Philine Gaffron: It is important to know where the people are traveling from and what mobility options they have for their route into town – apart from their cars. How will the concept be presented and what will the accompanying measures be in terms of reallocating street space, improving public transport services, managing available parking etc.? Studies have revealed that people looking for parking spaces have often accounted for higher volumes of traffic in downtowns. Once people are aware that they can no longer park in certain areas or only in parking garages, this volume will, of course, fall. At the same time, such measures need to be communicated clearly – and well in advance. People need time to prepare themselves for the change. This boosts their acceptance of the measures in question. Of course, there are almost always extreme positions, people whom it is impossible to reconcile, but with such projects it is very important to promote debate and to take any concerns that people might have seriously.

Nowadays pretty well all the big cities are discussing the idea of car-reduced areas, be they Paris, Hamburg, Frankfurt, Berlin or Vienna. “For once and for all, we need to go green,” demands Anne Hildago, Mayor of Paris. In your opinion why is it that so many projects are still failing?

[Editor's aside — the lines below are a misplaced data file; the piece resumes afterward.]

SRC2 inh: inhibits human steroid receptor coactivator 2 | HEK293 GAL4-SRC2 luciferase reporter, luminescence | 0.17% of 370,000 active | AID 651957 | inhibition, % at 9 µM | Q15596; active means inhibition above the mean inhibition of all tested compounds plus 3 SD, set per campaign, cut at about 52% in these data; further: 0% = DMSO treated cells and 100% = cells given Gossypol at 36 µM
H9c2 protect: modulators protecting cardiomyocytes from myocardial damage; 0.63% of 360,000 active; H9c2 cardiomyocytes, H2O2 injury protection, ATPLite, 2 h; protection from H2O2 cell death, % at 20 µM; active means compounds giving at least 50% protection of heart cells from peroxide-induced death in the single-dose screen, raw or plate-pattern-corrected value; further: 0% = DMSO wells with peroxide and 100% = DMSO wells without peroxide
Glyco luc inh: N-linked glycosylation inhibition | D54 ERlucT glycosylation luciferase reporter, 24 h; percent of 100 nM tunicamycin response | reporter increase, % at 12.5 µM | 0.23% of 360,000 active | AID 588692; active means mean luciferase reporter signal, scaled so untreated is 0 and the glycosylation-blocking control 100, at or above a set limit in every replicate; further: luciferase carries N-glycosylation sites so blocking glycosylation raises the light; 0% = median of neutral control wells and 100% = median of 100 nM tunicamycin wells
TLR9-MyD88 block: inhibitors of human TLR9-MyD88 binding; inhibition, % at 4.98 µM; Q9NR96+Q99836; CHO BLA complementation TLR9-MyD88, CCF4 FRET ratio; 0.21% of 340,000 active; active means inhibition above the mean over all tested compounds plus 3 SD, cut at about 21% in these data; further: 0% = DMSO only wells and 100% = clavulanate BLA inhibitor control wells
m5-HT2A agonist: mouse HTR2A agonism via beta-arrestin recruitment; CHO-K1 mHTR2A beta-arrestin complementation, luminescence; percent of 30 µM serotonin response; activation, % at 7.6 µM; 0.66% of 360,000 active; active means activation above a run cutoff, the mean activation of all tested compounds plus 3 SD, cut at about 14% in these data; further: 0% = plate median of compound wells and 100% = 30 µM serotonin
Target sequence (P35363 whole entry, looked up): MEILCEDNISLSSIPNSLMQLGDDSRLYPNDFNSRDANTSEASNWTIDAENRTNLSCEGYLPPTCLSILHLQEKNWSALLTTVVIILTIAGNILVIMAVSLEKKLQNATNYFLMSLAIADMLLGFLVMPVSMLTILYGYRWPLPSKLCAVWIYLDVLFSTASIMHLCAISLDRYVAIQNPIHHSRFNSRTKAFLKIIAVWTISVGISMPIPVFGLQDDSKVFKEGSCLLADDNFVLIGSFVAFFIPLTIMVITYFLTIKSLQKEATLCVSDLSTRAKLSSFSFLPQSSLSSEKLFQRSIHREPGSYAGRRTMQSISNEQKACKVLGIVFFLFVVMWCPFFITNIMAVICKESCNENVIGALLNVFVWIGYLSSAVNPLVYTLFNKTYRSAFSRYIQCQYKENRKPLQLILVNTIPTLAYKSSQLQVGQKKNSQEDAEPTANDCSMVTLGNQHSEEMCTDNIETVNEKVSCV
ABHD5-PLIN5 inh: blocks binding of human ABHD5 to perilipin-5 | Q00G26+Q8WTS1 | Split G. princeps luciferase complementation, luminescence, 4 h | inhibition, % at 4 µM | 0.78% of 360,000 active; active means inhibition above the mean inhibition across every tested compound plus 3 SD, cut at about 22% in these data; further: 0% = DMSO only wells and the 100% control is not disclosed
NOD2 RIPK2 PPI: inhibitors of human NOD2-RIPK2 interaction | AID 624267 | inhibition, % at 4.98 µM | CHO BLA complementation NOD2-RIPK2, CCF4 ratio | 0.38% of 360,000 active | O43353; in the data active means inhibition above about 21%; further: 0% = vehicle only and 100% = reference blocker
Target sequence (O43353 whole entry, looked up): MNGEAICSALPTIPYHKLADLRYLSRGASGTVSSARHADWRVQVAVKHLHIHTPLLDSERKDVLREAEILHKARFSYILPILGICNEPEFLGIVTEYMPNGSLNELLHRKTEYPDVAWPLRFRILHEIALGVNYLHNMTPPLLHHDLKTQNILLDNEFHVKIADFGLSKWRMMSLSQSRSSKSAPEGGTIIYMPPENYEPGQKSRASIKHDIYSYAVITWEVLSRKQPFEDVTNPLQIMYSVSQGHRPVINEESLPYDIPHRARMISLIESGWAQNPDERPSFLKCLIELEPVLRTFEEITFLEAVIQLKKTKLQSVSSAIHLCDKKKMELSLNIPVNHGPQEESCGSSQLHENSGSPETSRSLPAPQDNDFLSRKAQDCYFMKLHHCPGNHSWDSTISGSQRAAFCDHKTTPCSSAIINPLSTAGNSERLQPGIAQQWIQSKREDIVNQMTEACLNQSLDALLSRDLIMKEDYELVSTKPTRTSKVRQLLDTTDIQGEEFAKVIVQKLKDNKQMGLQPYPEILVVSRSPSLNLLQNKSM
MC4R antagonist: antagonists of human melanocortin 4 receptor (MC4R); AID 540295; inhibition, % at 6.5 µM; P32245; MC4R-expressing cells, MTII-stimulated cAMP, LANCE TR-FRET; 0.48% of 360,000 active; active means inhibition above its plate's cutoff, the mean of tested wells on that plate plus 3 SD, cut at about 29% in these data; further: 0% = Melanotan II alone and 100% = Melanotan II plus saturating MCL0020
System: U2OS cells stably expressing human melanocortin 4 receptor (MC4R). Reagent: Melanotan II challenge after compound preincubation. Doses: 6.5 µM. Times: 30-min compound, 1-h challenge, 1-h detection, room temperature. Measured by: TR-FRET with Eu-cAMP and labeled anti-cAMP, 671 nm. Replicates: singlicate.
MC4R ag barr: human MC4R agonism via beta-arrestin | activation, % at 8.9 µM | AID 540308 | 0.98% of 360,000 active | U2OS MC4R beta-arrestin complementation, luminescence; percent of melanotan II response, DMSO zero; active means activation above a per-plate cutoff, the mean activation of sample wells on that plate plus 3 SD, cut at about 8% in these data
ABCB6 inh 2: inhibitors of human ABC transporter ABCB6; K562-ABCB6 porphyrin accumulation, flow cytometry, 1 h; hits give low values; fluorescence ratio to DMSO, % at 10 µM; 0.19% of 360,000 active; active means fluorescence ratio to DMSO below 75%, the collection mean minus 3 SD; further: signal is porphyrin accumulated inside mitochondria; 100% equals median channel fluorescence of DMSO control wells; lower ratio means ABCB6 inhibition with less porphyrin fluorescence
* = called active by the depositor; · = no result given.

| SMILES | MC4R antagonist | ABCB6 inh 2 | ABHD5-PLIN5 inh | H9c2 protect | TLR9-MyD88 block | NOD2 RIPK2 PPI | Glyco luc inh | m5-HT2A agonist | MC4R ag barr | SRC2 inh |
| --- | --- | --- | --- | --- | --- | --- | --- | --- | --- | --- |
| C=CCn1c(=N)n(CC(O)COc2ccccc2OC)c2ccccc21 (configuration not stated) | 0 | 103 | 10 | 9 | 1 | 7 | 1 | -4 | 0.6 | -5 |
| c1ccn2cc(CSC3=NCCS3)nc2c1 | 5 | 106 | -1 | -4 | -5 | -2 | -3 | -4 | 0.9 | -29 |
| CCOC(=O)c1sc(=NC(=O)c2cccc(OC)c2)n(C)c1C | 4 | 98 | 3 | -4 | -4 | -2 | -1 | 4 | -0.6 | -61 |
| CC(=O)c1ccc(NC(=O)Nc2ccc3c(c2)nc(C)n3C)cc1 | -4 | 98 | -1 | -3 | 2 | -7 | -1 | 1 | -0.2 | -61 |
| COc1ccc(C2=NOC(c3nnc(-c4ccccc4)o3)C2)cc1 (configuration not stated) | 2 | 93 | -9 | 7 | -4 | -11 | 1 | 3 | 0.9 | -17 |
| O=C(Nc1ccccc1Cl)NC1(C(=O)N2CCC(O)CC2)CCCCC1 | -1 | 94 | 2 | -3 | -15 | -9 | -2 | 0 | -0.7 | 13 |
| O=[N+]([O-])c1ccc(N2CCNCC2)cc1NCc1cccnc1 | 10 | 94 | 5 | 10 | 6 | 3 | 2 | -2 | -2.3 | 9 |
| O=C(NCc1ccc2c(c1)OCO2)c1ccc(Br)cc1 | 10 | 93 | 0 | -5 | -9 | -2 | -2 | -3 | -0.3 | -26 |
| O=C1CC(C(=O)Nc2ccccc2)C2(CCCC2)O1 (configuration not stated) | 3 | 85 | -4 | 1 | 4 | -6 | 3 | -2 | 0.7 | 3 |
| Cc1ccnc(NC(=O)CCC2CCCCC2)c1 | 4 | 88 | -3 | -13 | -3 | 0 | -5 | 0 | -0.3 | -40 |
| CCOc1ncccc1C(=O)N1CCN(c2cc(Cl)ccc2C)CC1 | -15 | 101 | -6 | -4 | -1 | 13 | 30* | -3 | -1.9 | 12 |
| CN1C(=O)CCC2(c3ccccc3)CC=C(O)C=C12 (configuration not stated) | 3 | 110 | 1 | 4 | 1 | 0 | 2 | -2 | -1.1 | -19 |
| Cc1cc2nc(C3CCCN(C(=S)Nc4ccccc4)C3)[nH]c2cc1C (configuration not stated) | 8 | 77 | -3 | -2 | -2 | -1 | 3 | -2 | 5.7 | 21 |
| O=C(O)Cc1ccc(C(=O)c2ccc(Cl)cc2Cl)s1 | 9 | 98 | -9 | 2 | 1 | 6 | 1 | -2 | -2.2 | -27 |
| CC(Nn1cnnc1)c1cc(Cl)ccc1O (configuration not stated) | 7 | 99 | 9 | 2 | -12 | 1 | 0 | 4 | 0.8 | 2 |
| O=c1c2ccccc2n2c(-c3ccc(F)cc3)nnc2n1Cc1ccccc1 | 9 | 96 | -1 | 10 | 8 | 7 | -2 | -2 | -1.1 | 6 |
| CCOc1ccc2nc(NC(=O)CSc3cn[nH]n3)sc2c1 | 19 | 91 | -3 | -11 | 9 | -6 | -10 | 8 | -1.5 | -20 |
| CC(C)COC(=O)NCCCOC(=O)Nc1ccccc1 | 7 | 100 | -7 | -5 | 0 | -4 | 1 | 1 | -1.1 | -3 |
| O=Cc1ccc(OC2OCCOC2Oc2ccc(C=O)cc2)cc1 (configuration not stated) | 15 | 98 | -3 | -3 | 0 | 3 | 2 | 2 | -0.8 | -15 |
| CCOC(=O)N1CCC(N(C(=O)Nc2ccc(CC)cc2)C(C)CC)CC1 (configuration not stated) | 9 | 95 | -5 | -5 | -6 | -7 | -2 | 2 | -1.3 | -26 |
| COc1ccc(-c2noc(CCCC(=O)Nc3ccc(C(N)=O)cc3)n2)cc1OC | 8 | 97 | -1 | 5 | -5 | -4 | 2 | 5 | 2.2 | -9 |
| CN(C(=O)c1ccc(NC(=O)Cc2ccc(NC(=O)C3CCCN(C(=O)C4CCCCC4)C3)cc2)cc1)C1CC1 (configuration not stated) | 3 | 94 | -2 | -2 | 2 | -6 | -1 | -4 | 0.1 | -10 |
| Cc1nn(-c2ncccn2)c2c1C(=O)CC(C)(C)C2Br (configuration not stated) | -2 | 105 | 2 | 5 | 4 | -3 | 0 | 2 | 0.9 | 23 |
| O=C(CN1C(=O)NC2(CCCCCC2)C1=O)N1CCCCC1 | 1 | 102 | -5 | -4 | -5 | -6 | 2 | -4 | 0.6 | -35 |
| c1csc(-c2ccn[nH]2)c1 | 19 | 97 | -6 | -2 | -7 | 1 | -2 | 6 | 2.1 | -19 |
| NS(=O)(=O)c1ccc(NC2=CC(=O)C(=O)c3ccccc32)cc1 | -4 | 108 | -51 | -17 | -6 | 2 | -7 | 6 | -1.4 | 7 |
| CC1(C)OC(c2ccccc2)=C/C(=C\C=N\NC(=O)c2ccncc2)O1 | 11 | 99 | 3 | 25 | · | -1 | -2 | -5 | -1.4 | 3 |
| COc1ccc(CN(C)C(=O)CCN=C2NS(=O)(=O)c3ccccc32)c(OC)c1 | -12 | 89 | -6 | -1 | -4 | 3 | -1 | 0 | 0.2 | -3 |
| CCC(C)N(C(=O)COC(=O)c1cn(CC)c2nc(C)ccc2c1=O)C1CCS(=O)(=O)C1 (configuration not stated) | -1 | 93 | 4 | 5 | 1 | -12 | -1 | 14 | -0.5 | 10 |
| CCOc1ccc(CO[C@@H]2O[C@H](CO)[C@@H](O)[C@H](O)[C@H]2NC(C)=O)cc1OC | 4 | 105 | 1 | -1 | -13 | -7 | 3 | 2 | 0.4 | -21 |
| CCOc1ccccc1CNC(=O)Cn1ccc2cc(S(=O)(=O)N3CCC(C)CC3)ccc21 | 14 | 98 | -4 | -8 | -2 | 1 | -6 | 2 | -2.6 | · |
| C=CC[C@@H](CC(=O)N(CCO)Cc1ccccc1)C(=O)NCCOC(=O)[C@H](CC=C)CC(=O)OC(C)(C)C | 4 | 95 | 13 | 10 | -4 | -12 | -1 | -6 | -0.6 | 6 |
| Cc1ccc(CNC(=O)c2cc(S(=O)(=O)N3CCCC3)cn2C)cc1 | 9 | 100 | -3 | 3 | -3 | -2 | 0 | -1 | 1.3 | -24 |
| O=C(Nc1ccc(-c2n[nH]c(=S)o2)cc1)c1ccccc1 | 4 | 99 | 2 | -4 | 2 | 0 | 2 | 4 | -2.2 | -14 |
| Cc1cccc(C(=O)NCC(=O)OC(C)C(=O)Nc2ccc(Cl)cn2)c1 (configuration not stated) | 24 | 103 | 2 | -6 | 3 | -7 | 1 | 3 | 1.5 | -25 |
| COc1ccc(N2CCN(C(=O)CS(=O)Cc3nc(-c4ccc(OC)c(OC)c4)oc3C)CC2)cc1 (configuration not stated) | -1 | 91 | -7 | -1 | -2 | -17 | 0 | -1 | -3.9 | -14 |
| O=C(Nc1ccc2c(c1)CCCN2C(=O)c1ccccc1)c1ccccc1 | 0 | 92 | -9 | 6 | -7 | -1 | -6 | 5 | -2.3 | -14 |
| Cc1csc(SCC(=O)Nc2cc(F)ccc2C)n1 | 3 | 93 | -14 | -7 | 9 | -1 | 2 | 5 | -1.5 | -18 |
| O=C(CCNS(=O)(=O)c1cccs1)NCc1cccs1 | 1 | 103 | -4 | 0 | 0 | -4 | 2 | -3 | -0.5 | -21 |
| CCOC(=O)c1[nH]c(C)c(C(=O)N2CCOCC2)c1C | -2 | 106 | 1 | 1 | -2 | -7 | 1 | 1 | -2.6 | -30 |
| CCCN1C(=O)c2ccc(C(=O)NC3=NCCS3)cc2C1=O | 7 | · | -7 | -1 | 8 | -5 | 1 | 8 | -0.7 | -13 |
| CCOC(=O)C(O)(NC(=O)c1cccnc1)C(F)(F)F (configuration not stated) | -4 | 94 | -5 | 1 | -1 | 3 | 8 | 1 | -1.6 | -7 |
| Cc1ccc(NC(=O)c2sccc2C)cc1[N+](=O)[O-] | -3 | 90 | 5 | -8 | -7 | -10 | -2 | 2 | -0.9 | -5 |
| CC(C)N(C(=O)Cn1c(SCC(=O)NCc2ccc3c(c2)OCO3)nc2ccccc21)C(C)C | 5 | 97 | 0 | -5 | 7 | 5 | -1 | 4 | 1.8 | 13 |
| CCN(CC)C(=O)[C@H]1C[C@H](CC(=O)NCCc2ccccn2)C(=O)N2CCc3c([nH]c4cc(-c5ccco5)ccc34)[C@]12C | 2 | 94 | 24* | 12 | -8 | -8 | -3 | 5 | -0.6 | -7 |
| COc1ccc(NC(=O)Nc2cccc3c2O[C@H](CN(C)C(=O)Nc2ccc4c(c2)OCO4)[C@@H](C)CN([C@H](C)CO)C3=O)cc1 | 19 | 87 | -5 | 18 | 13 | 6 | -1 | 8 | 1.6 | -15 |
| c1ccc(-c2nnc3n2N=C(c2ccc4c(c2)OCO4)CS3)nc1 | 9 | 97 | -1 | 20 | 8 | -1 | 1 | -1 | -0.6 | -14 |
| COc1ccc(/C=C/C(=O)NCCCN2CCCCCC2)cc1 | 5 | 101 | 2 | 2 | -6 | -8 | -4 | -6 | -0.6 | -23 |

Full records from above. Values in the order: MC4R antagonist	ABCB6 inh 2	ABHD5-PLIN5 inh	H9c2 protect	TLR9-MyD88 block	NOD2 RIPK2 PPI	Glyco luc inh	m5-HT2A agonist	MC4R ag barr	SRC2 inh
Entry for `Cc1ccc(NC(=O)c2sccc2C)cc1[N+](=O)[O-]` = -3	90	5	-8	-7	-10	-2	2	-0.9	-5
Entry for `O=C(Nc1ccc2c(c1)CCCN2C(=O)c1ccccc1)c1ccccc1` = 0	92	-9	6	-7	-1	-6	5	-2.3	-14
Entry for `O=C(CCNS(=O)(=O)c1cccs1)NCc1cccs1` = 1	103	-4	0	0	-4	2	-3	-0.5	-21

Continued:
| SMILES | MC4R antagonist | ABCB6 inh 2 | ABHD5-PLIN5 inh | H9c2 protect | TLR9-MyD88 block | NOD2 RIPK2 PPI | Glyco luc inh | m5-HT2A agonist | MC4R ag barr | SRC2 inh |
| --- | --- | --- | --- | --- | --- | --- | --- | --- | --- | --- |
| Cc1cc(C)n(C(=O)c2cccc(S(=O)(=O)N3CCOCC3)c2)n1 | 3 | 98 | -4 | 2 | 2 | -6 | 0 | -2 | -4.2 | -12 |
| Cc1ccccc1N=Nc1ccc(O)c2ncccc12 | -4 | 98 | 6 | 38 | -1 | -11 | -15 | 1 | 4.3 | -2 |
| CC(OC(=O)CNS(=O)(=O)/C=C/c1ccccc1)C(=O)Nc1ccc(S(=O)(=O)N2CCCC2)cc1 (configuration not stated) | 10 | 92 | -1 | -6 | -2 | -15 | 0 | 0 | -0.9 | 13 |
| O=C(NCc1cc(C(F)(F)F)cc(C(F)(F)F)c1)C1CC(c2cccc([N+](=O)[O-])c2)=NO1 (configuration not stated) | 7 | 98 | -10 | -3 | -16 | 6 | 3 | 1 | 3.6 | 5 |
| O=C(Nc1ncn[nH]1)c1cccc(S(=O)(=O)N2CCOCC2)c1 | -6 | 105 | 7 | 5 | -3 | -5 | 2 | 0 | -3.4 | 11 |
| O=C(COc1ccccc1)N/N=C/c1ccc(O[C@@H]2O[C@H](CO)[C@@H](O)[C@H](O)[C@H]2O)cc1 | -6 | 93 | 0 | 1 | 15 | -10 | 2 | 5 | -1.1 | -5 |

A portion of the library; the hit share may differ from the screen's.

Philine Gaffron: There is no “one” answer to that because the situation in each city is different, partly due to varying political circumstances. Every two years, the Federal German Environmental Agency (UBA) publishes a study on environmental consciousness in Germany. This states that in principle there is a growing environmental awareness, indeed, a desire for something to change. However, mobility is concomitant with habit. Having to change the latter is often perceived as strenuous, perhaps as unsettling or even unfair. In concrete terms, this frequently meets with opposition. On top of this, opposition to proposed undertakings often receives more attention than those who support them. In terms of external perception, the debate on car-reduced downtowns is then possibly perceived as enormously controversial, even though a silent majority is in favor of such measures. However, the result of this is that it is not a particularly appealing proposition for the politicians to initiate projects of this kind. To quote the example of the temporary upscale shopping district in Ottensen, a district of Hamburg, the final evaluation concluded that the majority of households, businesses and passes-by were, in principle, in favor of the project being continued, albeit with a large number of suggested improvements.

In the discussions about car-reduced town centers it is frequently argued that such measures would impact negatively on all concerned, since this would push traffic out into the surrounding areas. How do you reply to such comments?